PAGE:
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jazz musicians

The Museum of Interesting Things will be supplying props for the Times Square production of:

Angie Jackson…The Musical

This professionally produced production (including 20 original songs) covers one extraordinary year (1935) in the life of America’s 1st ever African American Female Jr. Detective Solving Crimes All Over NYC. & Harlem!!! Angie Jackson Kid Detective in her adventures meets an assortment of legendary figures in history such as Satchmo Louie Armstrong, Cab Callaway, Ella Fitzgerald, and Billie Holiday who assist her to be the 1st ever to win “SHOW-TIME AT THE APOLLO”. The cast of the production includes a stellar group of Hudson County & NY-NJ-Pa area up and coming stars of stage and screen ranging from 6 to 60 years old.

The Musical’s August 19th 2015 presentation during the festivities of the New York New Works Theatre Festival is at 300 west 43rd str 2nd floor.…

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from The Skint e-newsletter:

7pm doors (monthly): wit’s end and the dorothy parker society’s jazz age soirée features live jazz from mike davis and his chicago loopers and wfmu’s michael w. haar playing rarities. cocktail attire, dapper suits, and other vintage wear highly encouraged. free dance lesson at 8:30pm. flute midtown $15.

This performance will take place on April 25th.

According to the Wit’s End website, the Jazz Age jazz dance party recurs regularly:

“On the last Saturday of the month, January through October, come join us in a celebration of Jazz Age culture, cocktails, and dance! Where vintage clothes, classic drinks, and the hot sounds from the 1920s and 1930s mix.”…

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The Cotton Club had competition: it seems a number of similar establishments existed in a nearby geographical area at the same time. In many cases, physical evidence of these jazz clubs was obliterated as properties changed hands, and peoples’ behavior shifted. Find out more at http://www.bigapplejazz.com/historiclenoxave.htm

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From delanceyplace.com:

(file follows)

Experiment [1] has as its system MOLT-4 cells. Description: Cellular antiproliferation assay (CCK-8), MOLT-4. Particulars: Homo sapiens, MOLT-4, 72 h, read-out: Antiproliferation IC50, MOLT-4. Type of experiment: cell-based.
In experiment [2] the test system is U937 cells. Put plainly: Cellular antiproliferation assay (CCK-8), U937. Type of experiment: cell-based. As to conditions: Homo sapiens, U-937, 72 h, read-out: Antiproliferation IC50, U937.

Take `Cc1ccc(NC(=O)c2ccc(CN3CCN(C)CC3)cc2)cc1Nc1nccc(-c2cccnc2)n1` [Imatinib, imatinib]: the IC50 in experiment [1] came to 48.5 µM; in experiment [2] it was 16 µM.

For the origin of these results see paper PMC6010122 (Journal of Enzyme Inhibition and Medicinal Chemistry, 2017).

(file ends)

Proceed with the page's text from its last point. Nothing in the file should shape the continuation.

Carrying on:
In today’s selection — from Duke: A Life of Duke Ellington.

During the Roaring 20s and into the Great Depression, the hottest club in New York was the Cotton Club, an establishment owned by one of New York’s most notorious gangsters. Though it featured black performers and was located in the middle of Harlem, New York’s preeminent black neighborhood, black patrons were almost never allowed and the decor was made to evoke a Southern slave plantation.

“In 1927 Harlem was a playground for white people who could afford to pay for liquor and sex — and who liked having sex with black people, so long as they didn’t have to talk to them afterward. Of the uptown nightclubs that catered to white patrons, the Cotton Club, which billed itself as ‘the Aristocrat of Harlem’ in its newspaper ads, was the best known and most expensive, as well as the one with the dirtiest pedigree. Owney Madden, the owner, was an Englishman of Irish parentage whose family had emigrated to New York’s Hell’s Kitchen when he was eleven years old. He was slight of stature and spoke in a high-pitched voice that sounded, Sonny Greer said, ‘like a girl.’ But appearances were deceiving, for Madden was a vicious street fighter who in his youth had racked up a long list of cold-blooded killings. He now ran one of New York’s most successful bootlegging gangs, investing his profits in Broadway shows like Mae West’s Sex (and, it was whispered, having a backstage affair with West herself). In 1920, while he was serving an eight-year term in Sing Sing for manslaughter, he acquired a failed Harlem supper club called the Cafe de Luxe that had been ‘owned’ by Jack Johnson, the famous black boxer, who served as the front man for yet another mobster. After Madden was paroled in 1923, he turned it into a cabaret with a stiff cover charge whose scantily dressed dancers and sexually suggestive stage shows became the talk of Manhattan.

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“Located on Lenox Avenue at West 142nd Street, the Cotton Club was a second-story walk-up that held between six and seven hundred people who sat in two tiers of tables surrounding the dance floor. The walls were covered with what Irving Mills, who was prone to malapropisms, called ‘muriels.’ The rest of the decor, as Cab Calloway recalled, was suggestive in a less innocent way:

The bandstand was a replica of a southern mansion, with large white columns and a backdrop painted with weeping willows and slave quarters. The band played on the veranda of the mansion …. The waiters were dressed in red tuxedos, like butlers in a southern mansion, and the tables were covered with red-and-white-checked gingham tablecloths …. I suppose the idea was to make whites who came to the club feel like they were being catered to and entertained by black slaves.

“Spike Hughes, who visited the club a few years later, described it as ‘expensive and exclusive; it cost you the earth merely to look at the girl who took your hat and coat as you went in.’ He was stretching it, but not by much.…

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